To all whom I have failed, wronged and done evil by, forgive me. I say this of course, not just to everyone, but most of all to Him by whom I have failed the most, wronged the most and done evil by the most. I do want you to know something however. He knows of course, but for your benefit I'll type it out, and as I hope to gain your pardon and be a more worthy friend, brother, son, student, and disciple, be assured:

I'm working on it.....

Monday, June 14, 2010

Clause of concession

Alright. So after watching these two films:

My verdict is that not all anime sucks.

Only last week I'd have been shocked to hear myself say so, but there it is. Funny how that works. 'Spirited Away' won an academy award and is listed along with 'Princess Mononoke' as being among the best animated films ever. Critical reception notwithstanding, my personal opinion is that I'd place these two right up there with the Disney classics like 'The Lion King', 'The Hunchback of Notre Dame', etc...I found the music to be very moving, something which rarely happens in the kind of animated films we get these days, 'How to Train Your Dragon' being a notable exception. The protagonists are, in my opinion, every bit as charming with 'full as much heart' as their english counterparts, as I'm sure most people would see if but they could get over their bias against anything other than what they are normally accustomed to. To be sure, it is rather different in style as well as language, but that shouldn't blind one to the merits of any film, as I've come to realize. You roll your eyes, and maybe I'm stating the obvious here, but it's one thing to vaguely comprehend the concept of impartiality and another to come to your own understanding of it, or 'too see with eyes unclouded' as it were.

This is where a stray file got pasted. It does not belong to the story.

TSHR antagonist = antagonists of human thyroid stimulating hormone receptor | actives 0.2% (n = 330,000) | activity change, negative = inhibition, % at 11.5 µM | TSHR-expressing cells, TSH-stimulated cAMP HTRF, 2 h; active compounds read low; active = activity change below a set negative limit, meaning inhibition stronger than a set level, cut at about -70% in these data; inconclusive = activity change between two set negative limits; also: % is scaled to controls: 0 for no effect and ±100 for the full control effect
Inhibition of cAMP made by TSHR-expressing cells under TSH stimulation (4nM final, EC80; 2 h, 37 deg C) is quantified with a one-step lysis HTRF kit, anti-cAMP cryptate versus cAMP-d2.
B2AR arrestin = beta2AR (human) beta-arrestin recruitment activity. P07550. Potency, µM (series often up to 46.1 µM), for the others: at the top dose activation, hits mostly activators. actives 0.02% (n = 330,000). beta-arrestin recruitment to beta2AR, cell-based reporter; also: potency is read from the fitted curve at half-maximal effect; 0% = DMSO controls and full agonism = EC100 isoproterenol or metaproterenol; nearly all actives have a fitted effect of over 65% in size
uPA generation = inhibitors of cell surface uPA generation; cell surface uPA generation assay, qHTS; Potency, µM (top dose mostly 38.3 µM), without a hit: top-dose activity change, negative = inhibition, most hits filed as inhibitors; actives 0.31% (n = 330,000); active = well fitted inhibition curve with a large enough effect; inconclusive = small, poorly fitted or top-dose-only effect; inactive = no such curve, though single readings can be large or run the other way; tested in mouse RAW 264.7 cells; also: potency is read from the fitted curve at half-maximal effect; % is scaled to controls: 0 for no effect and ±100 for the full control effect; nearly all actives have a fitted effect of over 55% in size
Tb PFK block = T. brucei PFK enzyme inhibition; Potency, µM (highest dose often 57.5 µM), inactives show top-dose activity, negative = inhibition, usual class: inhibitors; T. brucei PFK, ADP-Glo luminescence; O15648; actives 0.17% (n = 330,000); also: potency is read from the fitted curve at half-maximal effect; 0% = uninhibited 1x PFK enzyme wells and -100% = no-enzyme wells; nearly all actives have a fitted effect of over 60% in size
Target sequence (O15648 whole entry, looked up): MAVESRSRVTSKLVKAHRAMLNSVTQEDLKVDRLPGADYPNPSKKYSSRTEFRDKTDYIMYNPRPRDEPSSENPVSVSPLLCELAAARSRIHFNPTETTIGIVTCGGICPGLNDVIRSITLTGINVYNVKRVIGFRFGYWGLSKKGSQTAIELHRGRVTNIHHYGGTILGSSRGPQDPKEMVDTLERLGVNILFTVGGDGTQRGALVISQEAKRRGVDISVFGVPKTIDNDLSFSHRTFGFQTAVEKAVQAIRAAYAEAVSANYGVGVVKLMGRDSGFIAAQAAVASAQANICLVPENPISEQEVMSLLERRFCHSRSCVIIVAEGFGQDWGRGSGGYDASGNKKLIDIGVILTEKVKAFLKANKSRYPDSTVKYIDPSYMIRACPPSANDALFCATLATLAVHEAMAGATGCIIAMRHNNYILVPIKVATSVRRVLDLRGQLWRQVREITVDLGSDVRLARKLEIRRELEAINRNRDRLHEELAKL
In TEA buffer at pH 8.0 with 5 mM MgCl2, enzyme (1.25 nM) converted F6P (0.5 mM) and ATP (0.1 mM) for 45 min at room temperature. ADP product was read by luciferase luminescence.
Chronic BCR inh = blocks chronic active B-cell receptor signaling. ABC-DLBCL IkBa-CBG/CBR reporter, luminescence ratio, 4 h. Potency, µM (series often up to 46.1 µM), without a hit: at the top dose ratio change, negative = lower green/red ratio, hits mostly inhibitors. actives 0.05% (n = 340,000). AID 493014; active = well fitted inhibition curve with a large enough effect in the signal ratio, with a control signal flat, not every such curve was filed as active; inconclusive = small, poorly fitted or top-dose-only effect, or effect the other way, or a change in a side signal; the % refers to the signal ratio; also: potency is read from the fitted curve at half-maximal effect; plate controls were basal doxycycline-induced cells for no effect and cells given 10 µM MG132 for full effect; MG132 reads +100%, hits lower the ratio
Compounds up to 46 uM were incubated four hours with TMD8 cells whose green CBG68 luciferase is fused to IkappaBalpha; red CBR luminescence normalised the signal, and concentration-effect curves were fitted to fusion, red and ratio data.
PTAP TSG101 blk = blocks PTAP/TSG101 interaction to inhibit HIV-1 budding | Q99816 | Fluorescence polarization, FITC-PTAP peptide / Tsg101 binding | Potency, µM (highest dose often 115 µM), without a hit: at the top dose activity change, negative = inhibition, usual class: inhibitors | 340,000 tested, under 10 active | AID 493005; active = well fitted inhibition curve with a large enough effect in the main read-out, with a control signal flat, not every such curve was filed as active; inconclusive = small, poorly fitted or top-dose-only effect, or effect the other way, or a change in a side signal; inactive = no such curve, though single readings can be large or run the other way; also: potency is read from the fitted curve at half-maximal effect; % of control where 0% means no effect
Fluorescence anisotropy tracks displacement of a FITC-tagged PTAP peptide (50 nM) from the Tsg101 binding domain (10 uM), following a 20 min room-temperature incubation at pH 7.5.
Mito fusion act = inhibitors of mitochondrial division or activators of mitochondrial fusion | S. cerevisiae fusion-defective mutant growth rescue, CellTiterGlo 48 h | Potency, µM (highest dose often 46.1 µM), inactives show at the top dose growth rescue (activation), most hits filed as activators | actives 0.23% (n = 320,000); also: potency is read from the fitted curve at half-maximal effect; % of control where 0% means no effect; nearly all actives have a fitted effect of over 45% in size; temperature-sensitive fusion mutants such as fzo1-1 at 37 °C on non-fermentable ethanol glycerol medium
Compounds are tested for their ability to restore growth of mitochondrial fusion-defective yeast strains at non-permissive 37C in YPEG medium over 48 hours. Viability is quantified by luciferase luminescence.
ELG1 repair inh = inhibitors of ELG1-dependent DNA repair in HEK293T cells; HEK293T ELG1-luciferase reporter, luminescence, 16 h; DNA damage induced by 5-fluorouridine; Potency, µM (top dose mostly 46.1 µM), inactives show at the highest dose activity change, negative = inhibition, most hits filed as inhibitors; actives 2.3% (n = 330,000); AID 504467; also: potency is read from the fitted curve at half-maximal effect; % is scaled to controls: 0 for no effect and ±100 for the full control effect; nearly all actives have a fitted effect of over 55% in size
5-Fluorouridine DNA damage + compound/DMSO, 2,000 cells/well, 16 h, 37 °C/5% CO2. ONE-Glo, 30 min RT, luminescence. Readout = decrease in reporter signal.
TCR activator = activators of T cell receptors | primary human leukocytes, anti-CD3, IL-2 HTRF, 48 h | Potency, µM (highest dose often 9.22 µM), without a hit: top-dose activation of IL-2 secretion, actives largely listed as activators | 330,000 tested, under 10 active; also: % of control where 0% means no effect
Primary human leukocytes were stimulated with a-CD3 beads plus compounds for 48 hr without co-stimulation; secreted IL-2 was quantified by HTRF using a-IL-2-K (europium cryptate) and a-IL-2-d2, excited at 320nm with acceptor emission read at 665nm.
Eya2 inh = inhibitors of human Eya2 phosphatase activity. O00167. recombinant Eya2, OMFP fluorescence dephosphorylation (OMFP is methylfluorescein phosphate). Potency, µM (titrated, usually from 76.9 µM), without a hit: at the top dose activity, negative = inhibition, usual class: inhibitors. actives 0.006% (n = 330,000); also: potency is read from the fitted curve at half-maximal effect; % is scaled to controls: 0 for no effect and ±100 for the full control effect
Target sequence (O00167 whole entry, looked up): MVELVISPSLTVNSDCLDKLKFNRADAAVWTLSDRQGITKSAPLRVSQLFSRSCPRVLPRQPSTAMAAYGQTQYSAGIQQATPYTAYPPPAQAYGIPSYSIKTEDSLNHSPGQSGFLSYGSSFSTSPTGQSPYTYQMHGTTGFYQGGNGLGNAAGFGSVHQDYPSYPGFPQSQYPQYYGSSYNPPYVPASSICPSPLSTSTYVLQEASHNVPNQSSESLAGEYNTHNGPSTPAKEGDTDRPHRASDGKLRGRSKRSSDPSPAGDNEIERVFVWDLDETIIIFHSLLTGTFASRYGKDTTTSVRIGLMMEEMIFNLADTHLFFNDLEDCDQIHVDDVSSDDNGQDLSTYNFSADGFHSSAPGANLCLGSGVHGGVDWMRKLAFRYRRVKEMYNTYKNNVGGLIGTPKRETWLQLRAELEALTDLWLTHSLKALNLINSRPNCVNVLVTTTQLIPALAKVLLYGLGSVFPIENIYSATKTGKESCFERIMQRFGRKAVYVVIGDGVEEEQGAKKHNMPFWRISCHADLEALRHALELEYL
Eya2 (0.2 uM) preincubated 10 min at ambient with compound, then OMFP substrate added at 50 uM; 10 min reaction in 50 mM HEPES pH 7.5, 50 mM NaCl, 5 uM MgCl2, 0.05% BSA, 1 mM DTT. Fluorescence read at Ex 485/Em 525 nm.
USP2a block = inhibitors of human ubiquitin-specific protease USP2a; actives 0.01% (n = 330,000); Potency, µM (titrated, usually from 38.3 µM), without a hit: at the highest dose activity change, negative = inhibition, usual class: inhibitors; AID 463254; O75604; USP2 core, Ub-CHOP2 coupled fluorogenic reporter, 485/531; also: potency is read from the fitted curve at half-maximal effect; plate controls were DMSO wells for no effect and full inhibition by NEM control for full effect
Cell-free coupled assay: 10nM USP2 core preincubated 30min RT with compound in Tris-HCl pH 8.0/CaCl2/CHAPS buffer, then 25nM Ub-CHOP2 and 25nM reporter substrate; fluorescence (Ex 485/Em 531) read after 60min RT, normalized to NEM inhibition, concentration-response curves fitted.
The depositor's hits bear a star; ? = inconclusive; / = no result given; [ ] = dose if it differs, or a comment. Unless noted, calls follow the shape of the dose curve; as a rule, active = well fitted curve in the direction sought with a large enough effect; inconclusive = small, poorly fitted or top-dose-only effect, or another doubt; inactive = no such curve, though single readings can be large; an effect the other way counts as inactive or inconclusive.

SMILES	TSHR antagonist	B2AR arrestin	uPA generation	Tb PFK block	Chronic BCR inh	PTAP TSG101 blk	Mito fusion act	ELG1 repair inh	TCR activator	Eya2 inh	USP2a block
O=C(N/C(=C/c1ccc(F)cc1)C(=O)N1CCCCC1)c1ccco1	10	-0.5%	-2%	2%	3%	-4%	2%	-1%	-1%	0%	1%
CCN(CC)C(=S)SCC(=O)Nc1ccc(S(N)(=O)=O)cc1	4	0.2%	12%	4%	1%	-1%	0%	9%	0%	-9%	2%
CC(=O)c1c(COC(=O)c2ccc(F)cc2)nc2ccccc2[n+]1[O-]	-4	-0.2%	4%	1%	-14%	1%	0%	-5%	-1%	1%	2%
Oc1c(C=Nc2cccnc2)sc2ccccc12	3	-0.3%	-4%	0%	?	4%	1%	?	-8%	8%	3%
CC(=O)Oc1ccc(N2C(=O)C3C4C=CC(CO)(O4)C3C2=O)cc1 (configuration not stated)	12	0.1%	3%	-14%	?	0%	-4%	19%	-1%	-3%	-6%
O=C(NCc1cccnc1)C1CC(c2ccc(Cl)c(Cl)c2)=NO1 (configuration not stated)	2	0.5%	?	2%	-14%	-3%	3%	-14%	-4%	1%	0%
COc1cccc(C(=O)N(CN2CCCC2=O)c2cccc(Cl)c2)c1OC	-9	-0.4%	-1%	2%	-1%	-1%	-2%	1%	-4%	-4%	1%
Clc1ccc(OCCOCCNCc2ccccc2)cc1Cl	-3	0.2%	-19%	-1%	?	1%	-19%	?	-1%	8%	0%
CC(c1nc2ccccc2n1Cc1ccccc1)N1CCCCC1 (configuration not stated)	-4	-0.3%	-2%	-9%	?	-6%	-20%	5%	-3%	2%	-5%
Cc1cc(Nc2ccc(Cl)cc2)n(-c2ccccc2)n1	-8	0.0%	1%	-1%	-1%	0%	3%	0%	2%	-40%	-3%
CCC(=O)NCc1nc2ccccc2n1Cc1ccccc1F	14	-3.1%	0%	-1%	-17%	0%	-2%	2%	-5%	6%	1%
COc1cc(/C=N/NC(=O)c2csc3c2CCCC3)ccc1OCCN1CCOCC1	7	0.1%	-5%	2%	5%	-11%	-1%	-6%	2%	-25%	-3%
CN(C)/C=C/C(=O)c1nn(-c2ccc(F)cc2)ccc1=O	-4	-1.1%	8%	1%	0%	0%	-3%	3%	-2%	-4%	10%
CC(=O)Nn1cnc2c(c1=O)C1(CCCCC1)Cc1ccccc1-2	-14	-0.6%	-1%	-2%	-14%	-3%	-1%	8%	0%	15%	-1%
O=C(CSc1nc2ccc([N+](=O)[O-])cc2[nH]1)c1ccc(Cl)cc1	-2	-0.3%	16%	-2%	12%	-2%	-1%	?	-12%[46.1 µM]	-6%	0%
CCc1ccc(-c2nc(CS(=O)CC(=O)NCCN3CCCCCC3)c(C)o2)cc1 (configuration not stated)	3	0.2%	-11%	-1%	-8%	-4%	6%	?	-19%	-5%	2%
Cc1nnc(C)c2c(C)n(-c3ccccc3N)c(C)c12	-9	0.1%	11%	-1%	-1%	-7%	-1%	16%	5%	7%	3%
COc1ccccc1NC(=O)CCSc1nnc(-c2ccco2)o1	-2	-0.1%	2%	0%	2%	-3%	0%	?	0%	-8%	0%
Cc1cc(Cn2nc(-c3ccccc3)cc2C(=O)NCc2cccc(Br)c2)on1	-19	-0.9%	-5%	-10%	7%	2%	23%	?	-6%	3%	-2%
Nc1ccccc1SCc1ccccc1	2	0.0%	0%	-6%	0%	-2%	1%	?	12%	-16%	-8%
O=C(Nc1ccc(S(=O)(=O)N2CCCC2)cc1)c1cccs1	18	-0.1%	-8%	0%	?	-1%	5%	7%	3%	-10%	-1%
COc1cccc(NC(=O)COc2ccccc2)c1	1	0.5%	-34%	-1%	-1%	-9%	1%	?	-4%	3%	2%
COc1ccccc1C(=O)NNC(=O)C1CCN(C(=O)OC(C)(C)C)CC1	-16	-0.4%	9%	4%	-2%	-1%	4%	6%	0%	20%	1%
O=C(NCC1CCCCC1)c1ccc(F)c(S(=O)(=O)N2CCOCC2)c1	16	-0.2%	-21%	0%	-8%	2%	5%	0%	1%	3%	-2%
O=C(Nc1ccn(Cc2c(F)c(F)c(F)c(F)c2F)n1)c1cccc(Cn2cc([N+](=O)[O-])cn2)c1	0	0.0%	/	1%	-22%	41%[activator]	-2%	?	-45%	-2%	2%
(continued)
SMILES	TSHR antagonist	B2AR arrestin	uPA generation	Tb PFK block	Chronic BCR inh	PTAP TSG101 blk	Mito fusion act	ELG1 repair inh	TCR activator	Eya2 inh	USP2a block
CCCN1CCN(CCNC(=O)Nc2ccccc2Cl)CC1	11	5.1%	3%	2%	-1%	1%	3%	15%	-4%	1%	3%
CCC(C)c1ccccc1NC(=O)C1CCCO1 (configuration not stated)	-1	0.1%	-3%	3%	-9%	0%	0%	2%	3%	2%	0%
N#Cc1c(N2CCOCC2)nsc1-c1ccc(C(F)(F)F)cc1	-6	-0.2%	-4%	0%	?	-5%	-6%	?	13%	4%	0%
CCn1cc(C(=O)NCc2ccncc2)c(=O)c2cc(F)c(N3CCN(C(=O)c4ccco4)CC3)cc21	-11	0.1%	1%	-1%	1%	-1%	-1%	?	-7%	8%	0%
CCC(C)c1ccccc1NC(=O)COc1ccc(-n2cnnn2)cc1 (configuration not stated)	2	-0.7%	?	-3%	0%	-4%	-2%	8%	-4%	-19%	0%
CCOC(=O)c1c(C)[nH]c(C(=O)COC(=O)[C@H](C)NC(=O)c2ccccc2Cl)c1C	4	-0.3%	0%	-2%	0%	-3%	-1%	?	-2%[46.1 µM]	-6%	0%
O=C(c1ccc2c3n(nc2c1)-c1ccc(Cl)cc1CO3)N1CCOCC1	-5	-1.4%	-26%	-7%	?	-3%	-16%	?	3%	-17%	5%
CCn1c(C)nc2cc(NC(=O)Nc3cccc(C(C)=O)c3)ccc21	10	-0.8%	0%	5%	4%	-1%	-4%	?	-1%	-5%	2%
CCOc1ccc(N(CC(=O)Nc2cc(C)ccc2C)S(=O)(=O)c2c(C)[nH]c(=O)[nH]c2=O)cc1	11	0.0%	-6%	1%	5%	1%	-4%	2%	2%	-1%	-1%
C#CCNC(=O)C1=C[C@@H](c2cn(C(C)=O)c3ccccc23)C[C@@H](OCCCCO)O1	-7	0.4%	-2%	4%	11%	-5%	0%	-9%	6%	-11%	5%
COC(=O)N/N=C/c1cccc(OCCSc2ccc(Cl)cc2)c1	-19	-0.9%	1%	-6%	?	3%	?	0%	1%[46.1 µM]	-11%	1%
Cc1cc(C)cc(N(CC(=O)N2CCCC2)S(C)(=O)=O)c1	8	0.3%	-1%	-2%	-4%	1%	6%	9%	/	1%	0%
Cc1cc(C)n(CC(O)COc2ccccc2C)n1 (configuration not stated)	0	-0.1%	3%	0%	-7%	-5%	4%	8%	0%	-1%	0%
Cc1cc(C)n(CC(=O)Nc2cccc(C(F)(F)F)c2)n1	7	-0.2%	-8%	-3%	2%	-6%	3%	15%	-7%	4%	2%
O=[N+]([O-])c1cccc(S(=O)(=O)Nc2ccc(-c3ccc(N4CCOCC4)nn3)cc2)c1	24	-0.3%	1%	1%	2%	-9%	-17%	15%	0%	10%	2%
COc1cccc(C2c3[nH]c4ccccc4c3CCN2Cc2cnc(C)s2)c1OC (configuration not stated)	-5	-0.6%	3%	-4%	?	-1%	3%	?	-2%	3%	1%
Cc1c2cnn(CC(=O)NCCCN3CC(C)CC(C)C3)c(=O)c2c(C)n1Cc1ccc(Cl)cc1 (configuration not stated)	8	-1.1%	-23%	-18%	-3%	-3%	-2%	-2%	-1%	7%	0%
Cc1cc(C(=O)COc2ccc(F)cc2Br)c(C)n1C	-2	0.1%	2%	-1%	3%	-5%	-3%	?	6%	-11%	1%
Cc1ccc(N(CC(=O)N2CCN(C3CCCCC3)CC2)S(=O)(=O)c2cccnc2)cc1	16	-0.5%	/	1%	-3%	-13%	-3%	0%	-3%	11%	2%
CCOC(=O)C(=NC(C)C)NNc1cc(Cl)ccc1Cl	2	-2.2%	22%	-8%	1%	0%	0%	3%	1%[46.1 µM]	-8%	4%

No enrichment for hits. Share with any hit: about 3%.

Notice how 'to see' is synonymous with 'to understand'. This is what we call a dead metaphor- one that has become so commonplace that it has been incorporated into everyday language to the extent of ceasing to be viewed as a metaphor. In any case, it perfectly illustrates what I'm trying to say here. So to anyone who discriminates baldly against anime, go and 'see' Hayao Miyazaki's films and hopefully, understand.

Wednesday, May 12, 2010

Friday, May 7, 2010

Don't need reason, don't need rhyme

Late I sat down last night,
by request a poem to compose.
Aught but a lamp for light
to spin a tale, and shun repose.

Long and hard was the fight
for words of wisdom- words to move
while away ticked the night,
and with each tick- a sharp reproof.

And with growing ire,
for all my efforts were in vain
I knelt down in prayer
To alleviate the strain.

Lord, said I in earnest-
bless thy servant with clarity
to write- which is dearest-
of precious sacred maternity.

Softly and tenderly,
that still small voice at last did speak.
Only look within, said he
and you will find what you seek.

I did as I was told
and plumbed the depths of memory
-and found worth more than gold
the toil of a mother's charity.

Patience to her ascribe,
fourth of the fruit of the spirit.
boundless her love is described-
love, I hardly merit

Love to purchase pardon
for my every indemnity-
and thus freely given,
her love derives it's sanctity.

Here is a hand, upon which
one might, without fear, surely rely.
A hand that stayed the switch,
-a father's waxing wrath defy.

As I sit here, lonely-
accompanied by solitude,
it occurs to me, how I'd
oft repaid love with ingratitude.

So I, with a full heart,
and mindful of our Lord's statutes,
remember with what art
He bid us act, as men of good repute.

And as in time to come,
When she grows old and her voice falters,
I'll repay her some,
of the love that on me she now showers.

Love will shoulder the debt,
I shall defy conformity.
Mine to give, hers to accept,
out of love, with cheerful gravity.

And even if I should fail,
fail,even at my filial duty,
She goes to one above,
who rewards her for all eternity.